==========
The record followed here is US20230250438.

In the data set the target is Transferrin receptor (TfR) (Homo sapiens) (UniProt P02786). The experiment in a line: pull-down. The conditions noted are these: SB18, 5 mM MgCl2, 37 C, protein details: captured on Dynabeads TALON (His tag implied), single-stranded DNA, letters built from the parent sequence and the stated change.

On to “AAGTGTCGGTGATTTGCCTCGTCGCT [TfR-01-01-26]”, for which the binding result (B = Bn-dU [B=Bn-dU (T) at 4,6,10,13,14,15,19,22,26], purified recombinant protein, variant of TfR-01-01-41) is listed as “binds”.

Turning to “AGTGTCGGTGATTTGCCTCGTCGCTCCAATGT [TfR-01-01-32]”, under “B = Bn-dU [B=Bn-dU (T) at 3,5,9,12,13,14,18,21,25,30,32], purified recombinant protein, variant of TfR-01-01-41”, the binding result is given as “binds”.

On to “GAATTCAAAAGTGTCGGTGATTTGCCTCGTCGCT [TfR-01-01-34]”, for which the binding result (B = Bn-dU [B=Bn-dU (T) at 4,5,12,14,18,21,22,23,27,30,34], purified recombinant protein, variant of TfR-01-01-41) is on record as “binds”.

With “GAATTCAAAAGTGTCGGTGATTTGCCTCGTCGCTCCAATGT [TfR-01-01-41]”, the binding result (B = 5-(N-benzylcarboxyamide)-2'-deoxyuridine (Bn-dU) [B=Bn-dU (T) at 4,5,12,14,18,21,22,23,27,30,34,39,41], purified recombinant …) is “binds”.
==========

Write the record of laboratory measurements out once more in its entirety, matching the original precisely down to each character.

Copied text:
The record followed here is US20230250438.

In the data set the target is Transferrin receptor (TfR) (Homo sapiens) (UniProt P02786). The experiment in a line: pull-down. The conditions noted are these: SB18, 5 mM MgCl2, 37 C, protein details: captured on Dynabeads TALON (His tag implied), single-stranded DNA, letters built from the parent sequence and the stated change.

On to “AAGTGTCGGTGATTTGCCTCGTCGCT [TfR-01-01-26]”, for which the binding result (B = Bn-dU [B=Bn-dU (T) at 4,6,10,13,14,15,19,22,26], purified recombinant protein, variant of TfR-01-01-41) is listed as “binds”.

Turning to “AGTGTCGGTGATTTGCCTCGTCGCTCCAATGT [TfR-01-01-32]”, under “B = Bn-dU [B=Bn-dU (T) at 3,5,9,12,13,14,18,21,25,30,32], purified recombinant protein, variant of TfR-01-01-41”, the binding result is given as “binds”.

On to “GAATTCAAAAGTGTCGGTGATTTGCCTCGTCGCT [TfR-01-01-34]”, for which the binding result (B = Bn-dU [B=Bn-dU (T) at 4,5,12,14,18,21,22,23,27,30,34], purified recombinant protein, variant of TfR-01-01-41) is on record as “binds”.

With “GAATTCAAAAGTGTCGGTGATTTGCCTCGTCGCTCCAATGT [TfR-01-01-41]”, the binding result (B = 5-(N-benzylcarboxyamide)-2'-deoxyuridine (Bn-dU) [B=Bn-dU (T) at 4,5,12,14,18,21,22,23,27,30,34,39,41], purified recombinant …) is “binds”.